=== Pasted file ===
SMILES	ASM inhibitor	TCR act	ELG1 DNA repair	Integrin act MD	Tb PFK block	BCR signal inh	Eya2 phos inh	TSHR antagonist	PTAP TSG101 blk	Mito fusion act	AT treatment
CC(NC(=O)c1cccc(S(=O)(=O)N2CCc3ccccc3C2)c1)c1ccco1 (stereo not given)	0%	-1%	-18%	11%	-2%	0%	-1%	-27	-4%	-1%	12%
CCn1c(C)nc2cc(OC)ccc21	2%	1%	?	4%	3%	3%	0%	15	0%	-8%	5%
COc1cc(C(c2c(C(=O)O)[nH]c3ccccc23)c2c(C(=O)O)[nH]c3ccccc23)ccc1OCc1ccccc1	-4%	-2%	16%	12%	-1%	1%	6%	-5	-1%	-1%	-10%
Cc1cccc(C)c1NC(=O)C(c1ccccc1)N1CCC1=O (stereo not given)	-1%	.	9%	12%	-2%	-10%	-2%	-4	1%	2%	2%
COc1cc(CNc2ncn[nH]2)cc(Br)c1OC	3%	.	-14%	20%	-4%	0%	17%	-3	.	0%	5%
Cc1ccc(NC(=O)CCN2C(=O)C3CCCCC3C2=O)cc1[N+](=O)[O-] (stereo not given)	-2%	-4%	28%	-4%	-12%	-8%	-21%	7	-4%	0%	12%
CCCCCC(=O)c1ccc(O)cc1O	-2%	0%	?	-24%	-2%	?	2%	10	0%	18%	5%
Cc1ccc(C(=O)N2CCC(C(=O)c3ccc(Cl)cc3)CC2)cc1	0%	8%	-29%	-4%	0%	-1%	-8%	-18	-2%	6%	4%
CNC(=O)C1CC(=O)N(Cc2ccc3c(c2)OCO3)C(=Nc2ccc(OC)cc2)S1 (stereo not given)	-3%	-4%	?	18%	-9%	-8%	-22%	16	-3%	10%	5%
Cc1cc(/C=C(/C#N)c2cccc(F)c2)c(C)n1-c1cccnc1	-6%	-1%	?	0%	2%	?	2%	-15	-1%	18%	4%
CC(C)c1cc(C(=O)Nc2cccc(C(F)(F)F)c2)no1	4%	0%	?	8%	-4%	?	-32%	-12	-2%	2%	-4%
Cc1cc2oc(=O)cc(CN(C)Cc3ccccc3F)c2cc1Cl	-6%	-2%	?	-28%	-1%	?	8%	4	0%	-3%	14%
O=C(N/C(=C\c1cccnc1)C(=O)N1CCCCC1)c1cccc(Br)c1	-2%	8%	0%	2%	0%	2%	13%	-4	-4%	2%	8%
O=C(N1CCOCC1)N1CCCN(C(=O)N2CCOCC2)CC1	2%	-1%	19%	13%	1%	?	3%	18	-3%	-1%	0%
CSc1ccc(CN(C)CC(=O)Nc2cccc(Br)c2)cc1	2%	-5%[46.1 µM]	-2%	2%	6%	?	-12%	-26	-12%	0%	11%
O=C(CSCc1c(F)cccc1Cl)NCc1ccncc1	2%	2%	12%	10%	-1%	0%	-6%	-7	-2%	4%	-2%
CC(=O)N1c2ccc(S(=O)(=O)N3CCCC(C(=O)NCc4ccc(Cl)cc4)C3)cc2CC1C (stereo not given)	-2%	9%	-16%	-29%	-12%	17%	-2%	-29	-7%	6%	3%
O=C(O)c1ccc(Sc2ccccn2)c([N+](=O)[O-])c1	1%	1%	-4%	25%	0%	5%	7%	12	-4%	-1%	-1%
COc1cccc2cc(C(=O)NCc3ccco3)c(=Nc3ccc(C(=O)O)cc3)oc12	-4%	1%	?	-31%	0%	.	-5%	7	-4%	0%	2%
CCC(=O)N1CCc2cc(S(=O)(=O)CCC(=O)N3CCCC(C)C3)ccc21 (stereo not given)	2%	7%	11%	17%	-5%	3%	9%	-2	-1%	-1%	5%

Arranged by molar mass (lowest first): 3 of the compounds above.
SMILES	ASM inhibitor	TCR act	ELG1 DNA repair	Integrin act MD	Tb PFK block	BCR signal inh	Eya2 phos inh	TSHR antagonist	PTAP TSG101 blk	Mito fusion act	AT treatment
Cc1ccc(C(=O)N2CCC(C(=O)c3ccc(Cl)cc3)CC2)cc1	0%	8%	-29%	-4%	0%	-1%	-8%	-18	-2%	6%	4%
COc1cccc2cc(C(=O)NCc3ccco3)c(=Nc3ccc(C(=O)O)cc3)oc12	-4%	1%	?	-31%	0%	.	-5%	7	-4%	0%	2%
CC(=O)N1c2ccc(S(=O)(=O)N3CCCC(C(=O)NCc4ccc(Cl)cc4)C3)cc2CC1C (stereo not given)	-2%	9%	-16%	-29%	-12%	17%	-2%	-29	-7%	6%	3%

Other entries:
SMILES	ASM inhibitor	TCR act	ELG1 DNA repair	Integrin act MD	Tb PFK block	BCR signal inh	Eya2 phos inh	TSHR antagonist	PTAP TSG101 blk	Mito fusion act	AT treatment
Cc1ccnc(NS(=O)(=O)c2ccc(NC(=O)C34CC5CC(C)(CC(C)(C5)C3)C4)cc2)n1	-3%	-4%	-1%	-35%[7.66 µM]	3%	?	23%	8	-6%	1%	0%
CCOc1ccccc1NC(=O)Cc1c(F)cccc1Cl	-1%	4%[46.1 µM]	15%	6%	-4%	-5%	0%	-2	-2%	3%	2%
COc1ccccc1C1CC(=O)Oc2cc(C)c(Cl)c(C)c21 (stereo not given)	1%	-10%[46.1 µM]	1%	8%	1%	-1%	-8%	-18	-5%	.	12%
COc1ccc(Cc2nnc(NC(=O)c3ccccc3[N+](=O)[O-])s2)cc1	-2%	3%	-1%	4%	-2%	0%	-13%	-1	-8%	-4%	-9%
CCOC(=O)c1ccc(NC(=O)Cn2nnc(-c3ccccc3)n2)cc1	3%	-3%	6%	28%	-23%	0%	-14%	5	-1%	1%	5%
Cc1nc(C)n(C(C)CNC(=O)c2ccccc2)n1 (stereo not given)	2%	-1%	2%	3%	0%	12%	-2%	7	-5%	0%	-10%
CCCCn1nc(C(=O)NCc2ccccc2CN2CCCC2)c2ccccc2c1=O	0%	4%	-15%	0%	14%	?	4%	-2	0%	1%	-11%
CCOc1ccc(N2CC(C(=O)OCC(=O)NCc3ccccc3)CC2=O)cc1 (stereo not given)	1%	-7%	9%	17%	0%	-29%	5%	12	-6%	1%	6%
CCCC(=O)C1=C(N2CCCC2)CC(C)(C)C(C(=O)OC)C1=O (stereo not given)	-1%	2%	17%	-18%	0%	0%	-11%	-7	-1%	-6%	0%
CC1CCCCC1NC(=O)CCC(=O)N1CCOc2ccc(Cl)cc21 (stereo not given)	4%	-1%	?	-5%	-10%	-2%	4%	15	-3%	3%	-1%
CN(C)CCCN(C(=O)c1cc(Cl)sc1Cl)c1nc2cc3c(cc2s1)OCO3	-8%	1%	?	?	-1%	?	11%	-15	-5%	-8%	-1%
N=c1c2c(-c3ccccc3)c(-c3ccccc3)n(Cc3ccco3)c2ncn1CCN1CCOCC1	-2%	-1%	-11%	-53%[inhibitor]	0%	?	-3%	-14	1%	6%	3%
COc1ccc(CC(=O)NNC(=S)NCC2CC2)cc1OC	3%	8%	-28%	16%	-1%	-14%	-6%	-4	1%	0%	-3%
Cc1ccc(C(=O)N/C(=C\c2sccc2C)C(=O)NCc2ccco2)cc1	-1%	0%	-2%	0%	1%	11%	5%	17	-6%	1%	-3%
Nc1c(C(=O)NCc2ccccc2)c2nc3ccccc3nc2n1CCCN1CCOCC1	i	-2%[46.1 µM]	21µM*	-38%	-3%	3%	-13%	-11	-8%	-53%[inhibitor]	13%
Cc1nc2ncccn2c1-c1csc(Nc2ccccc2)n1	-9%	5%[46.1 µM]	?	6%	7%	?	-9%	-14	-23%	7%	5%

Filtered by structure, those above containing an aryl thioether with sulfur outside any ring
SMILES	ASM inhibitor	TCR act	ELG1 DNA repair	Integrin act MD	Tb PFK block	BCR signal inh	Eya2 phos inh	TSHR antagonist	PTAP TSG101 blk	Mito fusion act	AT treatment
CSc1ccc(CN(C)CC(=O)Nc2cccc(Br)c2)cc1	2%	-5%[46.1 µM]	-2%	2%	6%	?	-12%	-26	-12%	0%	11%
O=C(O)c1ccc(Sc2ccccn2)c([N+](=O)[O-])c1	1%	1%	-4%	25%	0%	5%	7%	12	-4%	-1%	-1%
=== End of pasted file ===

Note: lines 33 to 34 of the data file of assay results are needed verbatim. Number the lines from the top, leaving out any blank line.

CCOC(=O)c1ccc(NC(=O)Cn2nnc(-c3ccccc3)n2)cc1	3%	-3%	6%	28%	-23%	0%	-14%	5	-1%	1%	5%
Cc1nc(C)n(C(C)CNC(=O)c2ccccc2)n1 (stereo not given)	2%	-1%	2%	3%	0%	12%	-2%	7	-5%	0%	-10%